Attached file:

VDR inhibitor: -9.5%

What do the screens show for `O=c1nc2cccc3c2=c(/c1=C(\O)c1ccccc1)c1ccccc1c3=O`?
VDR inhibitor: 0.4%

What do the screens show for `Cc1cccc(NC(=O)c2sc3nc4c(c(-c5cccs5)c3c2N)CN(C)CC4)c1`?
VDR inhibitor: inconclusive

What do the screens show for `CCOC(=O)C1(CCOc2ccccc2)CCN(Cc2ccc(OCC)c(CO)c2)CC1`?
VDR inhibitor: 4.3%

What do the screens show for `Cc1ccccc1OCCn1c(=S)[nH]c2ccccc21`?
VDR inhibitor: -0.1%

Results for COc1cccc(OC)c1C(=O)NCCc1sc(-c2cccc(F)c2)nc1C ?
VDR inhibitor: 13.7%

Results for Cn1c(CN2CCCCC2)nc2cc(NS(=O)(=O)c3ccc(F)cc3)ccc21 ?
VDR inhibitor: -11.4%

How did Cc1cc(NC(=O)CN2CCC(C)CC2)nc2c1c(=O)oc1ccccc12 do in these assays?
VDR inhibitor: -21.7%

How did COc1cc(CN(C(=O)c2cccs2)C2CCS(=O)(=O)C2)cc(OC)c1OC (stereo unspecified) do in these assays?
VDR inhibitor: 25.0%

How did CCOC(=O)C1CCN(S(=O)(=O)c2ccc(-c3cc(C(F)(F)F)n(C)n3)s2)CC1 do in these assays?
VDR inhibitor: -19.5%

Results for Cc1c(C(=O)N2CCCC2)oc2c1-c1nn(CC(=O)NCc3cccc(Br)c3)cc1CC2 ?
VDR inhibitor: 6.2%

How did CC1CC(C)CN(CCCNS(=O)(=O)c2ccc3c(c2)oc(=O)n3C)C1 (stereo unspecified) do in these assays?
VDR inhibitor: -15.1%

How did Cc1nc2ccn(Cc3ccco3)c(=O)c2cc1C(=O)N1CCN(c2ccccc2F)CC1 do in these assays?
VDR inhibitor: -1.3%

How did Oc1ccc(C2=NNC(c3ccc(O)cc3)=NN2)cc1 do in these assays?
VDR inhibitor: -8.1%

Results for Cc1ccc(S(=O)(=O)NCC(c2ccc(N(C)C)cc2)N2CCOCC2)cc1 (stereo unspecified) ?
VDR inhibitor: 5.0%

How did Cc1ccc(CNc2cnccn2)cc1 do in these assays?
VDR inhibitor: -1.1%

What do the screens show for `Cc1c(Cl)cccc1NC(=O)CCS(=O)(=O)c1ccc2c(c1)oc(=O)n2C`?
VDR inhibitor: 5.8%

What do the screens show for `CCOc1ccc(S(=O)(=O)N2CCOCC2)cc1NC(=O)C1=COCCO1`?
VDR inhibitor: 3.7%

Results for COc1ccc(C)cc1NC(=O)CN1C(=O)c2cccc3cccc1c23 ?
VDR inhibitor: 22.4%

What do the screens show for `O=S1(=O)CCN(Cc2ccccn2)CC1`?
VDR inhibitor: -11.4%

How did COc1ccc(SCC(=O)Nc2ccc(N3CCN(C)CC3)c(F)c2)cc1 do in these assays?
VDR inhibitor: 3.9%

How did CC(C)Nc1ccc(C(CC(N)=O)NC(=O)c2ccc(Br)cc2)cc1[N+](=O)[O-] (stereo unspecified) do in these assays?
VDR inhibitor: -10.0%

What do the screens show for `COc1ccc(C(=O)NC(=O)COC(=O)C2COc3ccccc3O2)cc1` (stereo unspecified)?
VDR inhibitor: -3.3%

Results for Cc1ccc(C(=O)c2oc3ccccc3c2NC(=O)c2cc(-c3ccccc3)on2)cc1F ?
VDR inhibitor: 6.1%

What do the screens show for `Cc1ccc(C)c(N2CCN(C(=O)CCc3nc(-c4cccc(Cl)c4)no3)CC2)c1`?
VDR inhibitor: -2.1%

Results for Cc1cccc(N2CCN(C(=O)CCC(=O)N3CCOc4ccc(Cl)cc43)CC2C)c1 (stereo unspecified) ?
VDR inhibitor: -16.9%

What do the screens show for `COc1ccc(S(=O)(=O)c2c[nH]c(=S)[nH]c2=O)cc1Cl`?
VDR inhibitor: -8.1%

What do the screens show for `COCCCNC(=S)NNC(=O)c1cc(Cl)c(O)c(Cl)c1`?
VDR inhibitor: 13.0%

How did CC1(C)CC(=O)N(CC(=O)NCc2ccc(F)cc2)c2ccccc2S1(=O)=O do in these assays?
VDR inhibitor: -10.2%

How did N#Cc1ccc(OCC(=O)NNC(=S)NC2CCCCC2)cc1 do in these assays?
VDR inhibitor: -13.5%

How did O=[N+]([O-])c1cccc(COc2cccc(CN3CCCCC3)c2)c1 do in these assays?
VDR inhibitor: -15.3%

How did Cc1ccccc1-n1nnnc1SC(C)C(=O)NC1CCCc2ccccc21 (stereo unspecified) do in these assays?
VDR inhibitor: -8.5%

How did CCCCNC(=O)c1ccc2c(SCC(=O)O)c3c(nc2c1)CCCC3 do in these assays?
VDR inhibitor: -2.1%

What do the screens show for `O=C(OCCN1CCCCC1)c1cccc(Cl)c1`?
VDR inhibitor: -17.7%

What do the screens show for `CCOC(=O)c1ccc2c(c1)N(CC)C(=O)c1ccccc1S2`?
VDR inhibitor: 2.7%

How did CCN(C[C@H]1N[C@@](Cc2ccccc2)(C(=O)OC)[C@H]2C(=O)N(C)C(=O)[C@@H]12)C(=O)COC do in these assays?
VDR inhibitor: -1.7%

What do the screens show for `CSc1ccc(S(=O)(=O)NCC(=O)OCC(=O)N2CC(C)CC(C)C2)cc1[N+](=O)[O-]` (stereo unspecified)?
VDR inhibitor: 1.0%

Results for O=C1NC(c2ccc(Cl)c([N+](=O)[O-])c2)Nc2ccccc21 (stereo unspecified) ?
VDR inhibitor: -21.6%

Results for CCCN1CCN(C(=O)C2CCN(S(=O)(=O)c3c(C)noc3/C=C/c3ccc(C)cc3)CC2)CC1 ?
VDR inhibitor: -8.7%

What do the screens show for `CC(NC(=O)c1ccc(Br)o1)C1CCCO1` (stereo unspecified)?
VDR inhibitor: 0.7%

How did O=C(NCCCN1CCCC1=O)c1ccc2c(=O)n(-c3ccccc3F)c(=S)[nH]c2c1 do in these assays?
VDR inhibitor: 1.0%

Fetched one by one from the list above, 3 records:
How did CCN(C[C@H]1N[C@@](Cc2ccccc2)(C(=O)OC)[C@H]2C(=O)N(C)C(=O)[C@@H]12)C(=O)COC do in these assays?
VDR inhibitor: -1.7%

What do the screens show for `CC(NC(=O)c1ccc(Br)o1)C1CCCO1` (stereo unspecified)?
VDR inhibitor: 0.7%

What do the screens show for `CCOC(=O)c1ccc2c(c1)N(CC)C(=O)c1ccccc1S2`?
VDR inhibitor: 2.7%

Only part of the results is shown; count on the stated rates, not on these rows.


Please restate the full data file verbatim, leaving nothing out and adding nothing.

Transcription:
VDR inhibitor: -9.5%

What do the screens show for `O=c1nc2cccc3c2=c(/c1=C(\O)c1ccccc1)c1ccccc1c3=O`?
VDR inhibitor: 0.4%

What do the screens show for `Cc1cccc(NC(=O)c2sc3nc4c(c(-c5cccs5)c3c2N)CN(C)CC4)c1`?
VDR inhibitor: inconclusive

What do the screens show for `CCOC(=O)C1(CCOc2ccccc2)CCN(Cc2ccc(OCC)c(CO)c2)CC1`?
VDR inhibitor: 4.3%

What do the screens show for `Cc1ccccc1OCCn1c(=S)[nH]c2ccccc21`?
VDR inhibitor: -0.1%

Results for COc1cccc(OC)c1C(=O)NCCc1sc(-c2cccc(F)c2)nc1C ?
VDR inhibitor: 13.7%

Results for Cn1c(CN2CCCCC2)nc2cc(NS(=O)(=O)c3ccc(F)cc3)ccc21 ?
VDR inhibitor: -11.4%

How did Cc1cc(NC(=O)CN2CCC(C)CC2)nc2c1c(=O)oc1ccccc12 do in these assays?
VDR inhibitor: -21.7%

How did COc1cc(CN(C(=O)c2cccs2)C2CCS(=O)(=O)C2)cc(OC)c1OC (stereo unspecified) do in these assays?
VDR inhibitor: 25.0%

How did CCOC(=O)C1CCN(S(=O)(=O)c2ccc(-c3cc(C(F)(F)F)n(C)n3)s2)CC1 do in these assays?
VDR inhibitor: -19.5%

Results for Cc1c(C(=O)N2CCCC2)oc2c1-c1nn(CC(=O)NCc3cccc(Br)c3)cc1CC2 ?
VDR inhibitor: 6.2%

How did CC1CC(C)CN(CCCNS(=O)(=O)c2ccc3c(c2)oc(=O)n3C)C1 (stereo unspecified) do in these assays?
VDR inhibitor: -15.1%

How did Cc1nc2ccn(Cc3ccco3)c(=O)c2cc1C(=O)N1CCN(c2ccccc2F)CC1 do in these assays?
VDR inhibitor: -1.3%

How did Oc1ccc(C2=NNC(c3ccc(O)cc3)=NN2)cc1 do in these assays?
VDR inhibitor: -8.1%

Results for Cc1ccc(S(=O)(=O)NCC(c2ccc(N(C)C)cc2)N2CCOCC2)cc1 (stereo unspecified) ?
VDR inhibitor: 5.0%

How did Cc1ccc(CNc2cnccn2)cc1 do in these assays?
VDR inhibitor: -1.1%

What do the screens show for `Cc1c(Cl)cccc1NC(=O)CCS(=O)(=O)c1ccc2c(c1)oc(=O)n2C`?
VDR inhibitor: 5.8%

What do the screens show for `CCOc1ccc(S(=O)(=O)N2CCOCC2)cc1NC(=O)C1=COCCO1`?
VDR inhibitor: 3.7%

Results for COc1ccc(C)cc1NC(=O)CN1C(=O)c2cccc3cccc1c23 ?
VDR inhibitor: 22.4%

What do the screens show for `O=S1(=O)CCN(Cc2ccccn2)CC1`?
VDR inhibitor: -11.4%

How did COc1ccc(SCC(=O)Nc2ccc(N3CCN(C)CC3)c(F)c2)cc1 do in these assays?
VDR inhibitor: 3.9%

How did CC(C)Nc1ccc(C(CC(N)=O)NC(=O)c2ccc(Br)cc2)cc1[N+](=O)[O-] (stereo unspecified) do in these assays?
VDR inhibitor: -10.0%

What do the screens show for `COc1ccc(C(=O)NC(=O)COC(=O)C2COc3ccccc3O2)cc1` (stereo unspecified)?
VDR inhibitor: -3.3%

Results for Cc1ccc(C(=O)c2oc3ccccc3c2NC(=O)c2cc(-c3ccccc3)on2)cc1F ?
VDR inhibitor: 6.1%

What do the screens show for `Cc1ccc(C)c(N2CCN(C(=O)CCc3nc(-c4cccc(Cl)c4)no3)CC2)c1`?
VDR inhibitor: -2.1%

Results for Cc1cccc(N2CCN(C(=O)CCC(=O)N3CCOc4ccc(Cl)cc43)CC2C)c1 (stereo unspecified) ?
VDR inhibitor: -16.9%

What do the screens show for `COc1ccc(S(=O)(=O)c2c[nH]c(=S)[nH]c2=O)cc1Cl`?
VDR inhibitor: -8.1%

What do the screens show for `COCCCNC(=S)NNC(=O)c1cc(Cl)c(O)c(Cl)c1`?
VDR inhibitor: 13.0%

How did CC1(C)CC(=O)N(CC(=O)NCc2ccc(F)cc2)c2ccccc2S1(=O)=O do in these assays?
VDR inhibitor: -10.2%

How did N#Cc1ccc(OCC(=O)NNC(=S)NC2CCCCC2)cc1 do in these assays?
VDR inhibitor: -13.5%

How did O=[N+]([O-])c1cccc(COc2cccc(CN3CCCCC3)c2)c1 do in these assays?
VDR inhibitor: -15.3%

How did Cc1ccccc1-n1nnnc1SC(C)C(=O)NC1CCCc2ccccc21 (stereo unspecified) do in these assays?
VDR inhibitor: -8.5%

How did CCCCNC(=O)c1ccc2c(SCC(=O)O)c3c(nc2c1)CCCC3 do in these assays?
VDR inhibitor: -2.1%

What do the screens show for `O=C(OCCN1CCCCC1)c1cccc(Cl)c1`?
VDR inhibitor: -17.7%

What do the screens show for `CCOC(=O)c1ccc2c(c1)N(CC)C(=O)c1ccccc1S2`?
VDR inhibitor: 2.7%

How did CCN(C[C@H]1N[C@@](Cc2ccccc2)(C(=O)OC)[C@H]2C(=O)N(C)C(=O)[C@@H]12)C(=O)COC do in these assays?
VDR inhibitor: -1.7%

What do the screens show for `CSc1ccc(S(=O)(=O)NCC(=O)OCC(=O)N2CC(C)CC(C)C2)cc1[N+](=O)[O-]` (stereo unspecified)?
VDR inhibitor: 1.0%

Results for O=C1NC(c2ccc(Cl)c([N+](=O)[O-])c2)Nc2ccccc21 (stereo unspecified) ?
VDR inhibitor: -21.6%

Results for CCCN1CCN(C(=O)C2CCN(S(=O)(=O)c3c(C)noc3/C=C/c3ccc(C)cc3)CC2)CC1 ?
VDR inhibitor: -8.7%

What do the screens show for `CC(NC(=O)c1ccc(Br)o1)C1CCCO1` (stereo unspecified)?
VDR inhibitor: 0.7%

How did O=C(NCCCN1CCCC1=O)c1ccc2c(=O)n(-c3ccccc3F)c(=S)[nH]c2c1 do in these assays?
VDR inhibitor: 1.0%

Fetched one by one from the list above, 3 records:
How did CCN(C[C@H]1N[C@@](Cc2ccccc2)(C(=O)OC)[C@H]2C(=O)N(C)C(=O)[C@@H]12)C(=O)COC do in these assays?
VDR inhibitor: -1.7%

What do the screens show for `CC(NC(=O)c1ccc(Br)o1)C1CCCO1` (stereo unspecified)?
VDR inhibitor: 0.7%

What do the screens show for `CCOC(=O)c1ccc2c(c1)N(CC)C(=O)c1ccccc1S2`?
VDR inhibitor: 2.7%

Only part of the results is shown; count on the stated rates, not on these rows.